Lawyer Aamer Anwar: Racism at Cricket Scotland is ‘the case that appalls me the most’

A report on racism within Cricket Scotland has been described as “the most devastating judgment that has been passed on a sporting institution in the UK”.

The analysis came from Aamer Anwar, the lawyer for former Scotland players Majid Haq and Qasim Sheikh, whose allegations prompted the independent report.

Anwar called the results of institutional racism on 29 out of 31 indicators a “total vindication” of his clients, both of whom, after initial skepticism, praised the Plan4Sport review team for its compassion and thoroughness.

The solicitor, whose case history is helping the family of Lanarkshire murder victim Surjit Singh Chhokar achieve long-awaited justice, said: “In 35 years of campaigning, this is probably the one case that has horrified me the most. The magnitude is a damning indictment.

“It should never be normal for a young person to feel worthless, be dehumanized in a sport they love, be brainwashed and think it’s their fault, but sadly that is the brutal story of hundreds of young people of color who played cricket in Scotland.”

Although Haq’s and Sheikh’s careers in Scotland were of different lengths, they both shared similar stories of never feeling part of the team, having their confidence deliberately betrayed and always feeling they were two bad games away from being dropped while white players had time to find their foot.

Haq gave an example of how he was moved from third to ninth in the batting order after failing to hit 120. Sheikh hit consecutive centuries but was dropped after two underperforming performances.

Both never played for their country again after publicly voicing their opinion that race was a factor in the selection. Both have not heard from their former teammates lately.

Majid Haq during a press conference in (Andrew Milligan/PA)

(PA wire)

Haq, Scotland’s record wicket-taker and holder of more than 200 caps, had suicidal thoughts after being sent home from the 2015 World Cup for tweeting and felt Cricket Scotland had personally apologized to him must.

The 39-year-old, who brought 10 separate discrimination allegations to the review team, said: “It would have been nice to have had some respect or compassion. I had to apologize and apologize publicly even though I hadn’t committed a crime or anything. You’d think it was the least they could do, but apparently they didn’t want to.”

He added of the report: “It confirmed what I feel. Many people have told me that there is no problem. It’s true because it’s not just about me and Qasim. Several hundred people took part in this report. We can start holding our heads up.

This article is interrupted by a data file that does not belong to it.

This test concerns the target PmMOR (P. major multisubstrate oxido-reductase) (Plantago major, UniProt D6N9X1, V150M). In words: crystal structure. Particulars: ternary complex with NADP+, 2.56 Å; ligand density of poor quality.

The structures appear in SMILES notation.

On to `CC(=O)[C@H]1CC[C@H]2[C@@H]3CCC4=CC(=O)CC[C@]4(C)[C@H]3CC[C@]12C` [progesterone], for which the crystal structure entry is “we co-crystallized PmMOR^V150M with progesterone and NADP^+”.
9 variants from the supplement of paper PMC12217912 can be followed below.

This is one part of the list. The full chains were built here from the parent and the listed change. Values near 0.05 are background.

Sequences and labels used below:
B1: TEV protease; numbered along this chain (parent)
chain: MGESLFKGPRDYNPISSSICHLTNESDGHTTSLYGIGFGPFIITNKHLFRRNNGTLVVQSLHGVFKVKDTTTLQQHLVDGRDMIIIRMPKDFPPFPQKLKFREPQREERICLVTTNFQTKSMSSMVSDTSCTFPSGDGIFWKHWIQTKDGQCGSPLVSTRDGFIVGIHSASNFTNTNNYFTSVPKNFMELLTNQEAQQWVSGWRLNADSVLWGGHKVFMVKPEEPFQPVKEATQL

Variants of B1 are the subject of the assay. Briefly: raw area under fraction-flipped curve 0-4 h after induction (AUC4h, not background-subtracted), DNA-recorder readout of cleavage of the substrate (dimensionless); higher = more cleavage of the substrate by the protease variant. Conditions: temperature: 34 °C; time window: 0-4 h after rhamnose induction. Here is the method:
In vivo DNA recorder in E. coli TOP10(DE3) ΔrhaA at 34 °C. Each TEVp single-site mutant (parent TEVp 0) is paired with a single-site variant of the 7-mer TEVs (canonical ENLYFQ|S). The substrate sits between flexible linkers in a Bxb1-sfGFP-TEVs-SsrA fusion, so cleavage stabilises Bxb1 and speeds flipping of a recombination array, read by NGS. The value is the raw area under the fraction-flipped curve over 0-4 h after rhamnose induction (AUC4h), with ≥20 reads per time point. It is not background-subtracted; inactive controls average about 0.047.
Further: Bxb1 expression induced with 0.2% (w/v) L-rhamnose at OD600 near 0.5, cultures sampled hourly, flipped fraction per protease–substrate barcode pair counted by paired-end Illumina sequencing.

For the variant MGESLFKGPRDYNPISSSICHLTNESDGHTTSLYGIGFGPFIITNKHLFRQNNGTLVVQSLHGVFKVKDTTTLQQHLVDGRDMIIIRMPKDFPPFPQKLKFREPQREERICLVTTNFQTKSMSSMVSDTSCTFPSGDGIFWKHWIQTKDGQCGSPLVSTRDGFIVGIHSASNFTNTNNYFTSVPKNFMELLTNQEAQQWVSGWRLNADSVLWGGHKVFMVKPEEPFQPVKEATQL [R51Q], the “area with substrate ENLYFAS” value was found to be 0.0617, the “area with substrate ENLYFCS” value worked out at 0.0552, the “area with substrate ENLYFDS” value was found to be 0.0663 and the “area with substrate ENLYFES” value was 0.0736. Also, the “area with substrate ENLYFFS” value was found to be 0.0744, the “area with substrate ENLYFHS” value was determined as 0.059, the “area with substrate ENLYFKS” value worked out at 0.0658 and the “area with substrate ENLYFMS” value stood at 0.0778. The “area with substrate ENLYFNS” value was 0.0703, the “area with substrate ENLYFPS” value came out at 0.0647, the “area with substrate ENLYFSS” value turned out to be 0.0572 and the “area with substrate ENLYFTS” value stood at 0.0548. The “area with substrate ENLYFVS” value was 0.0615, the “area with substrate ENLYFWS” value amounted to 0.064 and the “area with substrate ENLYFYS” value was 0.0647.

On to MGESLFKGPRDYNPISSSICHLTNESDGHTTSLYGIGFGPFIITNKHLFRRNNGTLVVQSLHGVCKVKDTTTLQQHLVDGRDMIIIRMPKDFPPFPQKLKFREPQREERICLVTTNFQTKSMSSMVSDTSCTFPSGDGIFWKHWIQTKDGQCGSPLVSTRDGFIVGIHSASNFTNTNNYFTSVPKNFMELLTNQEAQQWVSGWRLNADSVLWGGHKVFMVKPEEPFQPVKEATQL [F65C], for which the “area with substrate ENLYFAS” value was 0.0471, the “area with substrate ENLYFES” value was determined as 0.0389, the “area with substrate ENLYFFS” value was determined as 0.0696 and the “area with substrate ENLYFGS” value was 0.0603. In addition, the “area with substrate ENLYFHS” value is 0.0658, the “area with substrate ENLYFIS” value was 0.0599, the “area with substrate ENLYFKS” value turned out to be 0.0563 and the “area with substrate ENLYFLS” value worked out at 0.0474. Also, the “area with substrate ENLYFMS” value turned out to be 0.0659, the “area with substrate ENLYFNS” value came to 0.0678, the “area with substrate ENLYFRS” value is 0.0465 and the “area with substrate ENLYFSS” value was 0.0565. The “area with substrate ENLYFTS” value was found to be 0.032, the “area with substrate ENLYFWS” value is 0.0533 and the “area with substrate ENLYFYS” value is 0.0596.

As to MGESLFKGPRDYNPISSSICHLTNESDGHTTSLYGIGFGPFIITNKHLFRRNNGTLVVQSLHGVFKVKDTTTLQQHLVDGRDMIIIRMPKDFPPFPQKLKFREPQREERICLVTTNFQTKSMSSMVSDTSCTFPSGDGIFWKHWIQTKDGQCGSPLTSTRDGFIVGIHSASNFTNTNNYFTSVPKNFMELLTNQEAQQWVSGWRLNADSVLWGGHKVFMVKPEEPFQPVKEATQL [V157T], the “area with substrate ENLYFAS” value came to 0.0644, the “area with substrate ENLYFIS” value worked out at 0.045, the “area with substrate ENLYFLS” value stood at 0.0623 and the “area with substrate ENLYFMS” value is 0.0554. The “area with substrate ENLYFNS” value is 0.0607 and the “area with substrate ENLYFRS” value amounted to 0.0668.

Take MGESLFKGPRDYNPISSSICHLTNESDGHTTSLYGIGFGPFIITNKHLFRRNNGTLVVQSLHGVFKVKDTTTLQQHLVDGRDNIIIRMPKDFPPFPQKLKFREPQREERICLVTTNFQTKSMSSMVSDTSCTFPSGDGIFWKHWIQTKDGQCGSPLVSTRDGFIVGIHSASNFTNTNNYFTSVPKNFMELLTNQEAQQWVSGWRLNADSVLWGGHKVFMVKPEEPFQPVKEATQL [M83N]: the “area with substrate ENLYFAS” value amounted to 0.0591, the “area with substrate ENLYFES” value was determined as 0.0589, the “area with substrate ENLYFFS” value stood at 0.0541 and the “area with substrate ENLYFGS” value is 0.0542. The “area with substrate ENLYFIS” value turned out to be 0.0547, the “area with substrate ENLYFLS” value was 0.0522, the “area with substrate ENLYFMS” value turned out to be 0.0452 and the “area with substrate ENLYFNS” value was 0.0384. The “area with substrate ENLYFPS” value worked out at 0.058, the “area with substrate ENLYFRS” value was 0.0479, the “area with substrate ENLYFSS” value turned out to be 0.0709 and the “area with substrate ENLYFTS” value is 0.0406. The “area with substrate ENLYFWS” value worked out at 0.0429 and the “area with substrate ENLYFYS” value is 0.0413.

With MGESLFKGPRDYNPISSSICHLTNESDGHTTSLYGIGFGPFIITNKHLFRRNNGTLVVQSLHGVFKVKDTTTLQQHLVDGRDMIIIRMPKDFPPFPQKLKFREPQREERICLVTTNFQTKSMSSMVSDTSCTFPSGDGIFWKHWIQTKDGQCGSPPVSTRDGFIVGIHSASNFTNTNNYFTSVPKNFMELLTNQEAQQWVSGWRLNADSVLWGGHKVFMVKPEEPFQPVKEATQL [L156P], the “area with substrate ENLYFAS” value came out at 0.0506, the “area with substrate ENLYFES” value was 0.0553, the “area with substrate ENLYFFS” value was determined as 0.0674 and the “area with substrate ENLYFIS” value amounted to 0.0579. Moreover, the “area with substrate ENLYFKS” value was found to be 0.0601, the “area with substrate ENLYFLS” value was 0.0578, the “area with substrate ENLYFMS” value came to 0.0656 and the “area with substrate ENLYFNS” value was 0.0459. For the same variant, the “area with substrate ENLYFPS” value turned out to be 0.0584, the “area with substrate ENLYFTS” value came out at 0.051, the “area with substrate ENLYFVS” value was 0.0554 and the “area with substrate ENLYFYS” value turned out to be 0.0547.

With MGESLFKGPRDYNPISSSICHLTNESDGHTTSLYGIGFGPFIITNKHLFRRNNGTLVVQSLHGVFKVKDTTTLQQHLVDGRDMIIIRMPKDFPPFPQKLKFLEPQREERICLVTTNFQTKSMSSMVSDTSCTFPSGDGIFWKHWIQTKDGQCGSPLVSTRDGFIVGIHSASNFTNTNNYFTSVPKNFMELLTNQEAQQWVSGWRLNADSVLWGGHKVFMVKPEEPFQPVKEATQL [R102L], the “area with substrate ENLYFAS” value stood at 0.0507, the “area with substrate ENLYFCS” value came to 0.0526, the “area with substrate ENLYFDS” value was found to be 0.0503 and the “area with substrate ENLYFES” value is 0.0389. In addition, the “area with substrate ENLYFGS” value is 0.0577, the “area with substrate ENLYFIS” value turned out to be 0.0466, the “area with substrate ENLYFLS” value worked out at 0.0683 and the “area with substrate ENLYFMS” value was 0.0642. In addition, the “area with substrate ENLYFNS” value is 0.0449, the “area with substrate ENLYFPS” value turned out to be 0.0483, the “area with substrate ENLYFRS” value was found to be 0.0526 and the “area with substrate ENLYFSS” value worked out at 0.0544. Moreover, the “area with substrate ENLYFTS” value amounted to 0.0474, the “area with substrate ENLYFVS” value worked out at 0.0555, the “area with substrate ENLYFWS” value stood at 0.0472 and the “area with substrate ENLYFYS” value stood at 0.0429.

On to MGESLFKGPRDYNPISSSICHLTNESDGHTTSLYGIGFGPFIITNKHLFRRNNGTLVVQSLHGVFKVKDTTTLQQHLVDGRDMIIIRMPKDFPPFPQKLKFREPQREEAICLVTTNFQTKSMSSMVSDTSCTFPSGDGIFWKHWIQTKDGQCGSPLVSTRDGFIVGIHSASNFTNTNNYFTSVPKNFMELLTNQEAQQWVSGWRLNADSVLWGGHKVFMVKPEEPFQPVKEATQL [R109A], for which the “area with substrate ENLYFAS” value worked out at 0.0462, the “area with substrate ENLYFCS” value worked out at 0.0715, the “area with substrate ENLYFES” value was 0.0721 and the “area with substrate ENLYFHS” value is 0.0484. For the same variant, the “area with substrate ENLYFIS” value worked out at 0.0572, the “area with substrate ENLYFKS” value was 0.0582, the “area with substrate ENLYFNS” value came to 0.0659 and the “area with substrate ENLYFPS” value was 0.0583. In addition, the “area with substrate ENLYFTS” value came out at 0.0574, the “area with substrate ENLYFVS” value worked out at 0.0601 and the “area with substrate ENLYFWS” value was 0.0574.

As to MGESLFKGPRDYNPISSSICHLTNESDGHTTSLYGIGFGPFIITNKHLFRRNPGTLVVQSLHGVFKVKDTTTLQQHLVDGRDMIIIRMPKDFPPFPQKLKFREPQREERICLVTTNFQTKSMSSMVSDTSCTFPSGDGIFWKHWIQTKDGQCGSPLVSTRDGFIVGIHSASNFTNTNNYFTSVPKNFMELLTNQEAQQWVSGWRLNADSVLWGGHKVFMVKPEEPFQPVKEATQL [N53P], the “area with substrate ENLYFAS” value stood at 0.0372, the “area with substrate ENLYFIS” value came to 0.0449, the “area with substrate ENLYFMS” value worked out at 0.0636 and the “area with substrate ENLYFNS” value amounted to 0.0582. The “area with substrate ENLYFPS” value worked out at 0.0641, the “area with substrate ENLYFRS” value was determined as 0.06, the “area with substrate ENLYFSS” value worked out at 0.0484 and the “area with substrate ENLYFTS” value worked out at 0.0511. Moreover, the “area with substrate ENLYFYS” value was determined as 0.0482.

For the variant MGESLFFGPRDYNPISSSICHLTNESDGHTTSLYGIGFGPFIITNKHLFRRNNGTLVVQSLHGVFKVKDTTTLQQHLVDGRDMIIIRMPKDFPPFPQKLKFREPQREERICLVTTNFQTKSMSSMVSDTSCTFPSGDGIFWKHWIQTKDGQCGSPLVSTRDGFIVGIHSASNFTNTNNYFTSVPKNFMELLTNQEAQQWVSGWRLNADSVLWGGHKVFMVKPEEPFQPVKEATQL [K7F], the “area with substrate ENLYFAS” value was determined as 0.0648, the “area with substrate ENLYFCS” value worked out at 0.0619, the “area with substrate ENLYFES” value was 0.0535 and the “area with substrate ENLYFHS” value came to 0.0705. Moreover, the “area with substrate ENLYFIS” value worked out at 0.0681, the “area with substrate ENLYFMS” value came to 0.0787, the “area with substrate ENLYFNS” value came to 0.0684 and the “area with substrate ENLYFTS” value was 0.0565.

“We were branded liars – Qasim for over a decade, I for seven and a half years. It was a relief for me and I really hope that future and current generations get the same opportunities and support and support.

“Every time you challenged something, you were branded a troublemaker.”

Qasim Sheikh reacts (Andrew Milligan/PA)

(PA wire)

Both players insisted they didn’t want any financial compensation for their treatment and missed opportunities.

Sheikh, who stopped playing for Scotland after the age of 25 despite apologizing for speaking publicly about his lack of opportunities, said: “We’re not looking for a dime. i just want change I don’t want to see any young girl or boy suffer like this in the future.”

Neither player wanted to join Cricket Scotland’s redesigned board at the time, but both offered to offer advice.

“I want to stay outside,” Sheikh said. “I would love to advise and help move the sport forward, but I don’t think it would be appropriate to sit on the board at this stage. You never say never, maybe sometime in the future.”

Anwar revealed he had approached the International Cricket Council about the report and asked for a meeting with the Scottish Government.

Health Secretary Humza Yousaf promised it would happen along with meetings with other victims, as well as Cricket Scotland and Sportscotland after the “damning review”.

Yousaf added on Twitter: “I am personally deeply saddened and angry at today’s results, we must use them as a catalyst for change.”

His colleague, Sport Minister Maree Todd, said: “There must be swift and decisive action and lessons learned to ensure that there is no racism of any kind in cricket or any other sport in Scotland.”

Both Haq and Sheikh have been in close contact with Azeem Rafiq, whose revelations about racism in Yorkshire prompted them to speak out.

Rafiq told Sky Sports: “There are a lot of people who are still trying to find the courage to speak out and we need to show them that there is a safe place for them if they do it.

“It’s difficult to speak out, there are many challenges that come with it, you don’t suffer alone, your family suffers, your everyday life suffers.

“(It’s not) until we change that and make sure whistleblowers are supported in the right way when they come forward, we’re really going to get to a point where more people feel empowered to come forward.” Lawyer Aamer Anwar: Racism at Cricket Scotland is ‘the case that appalls me the most’

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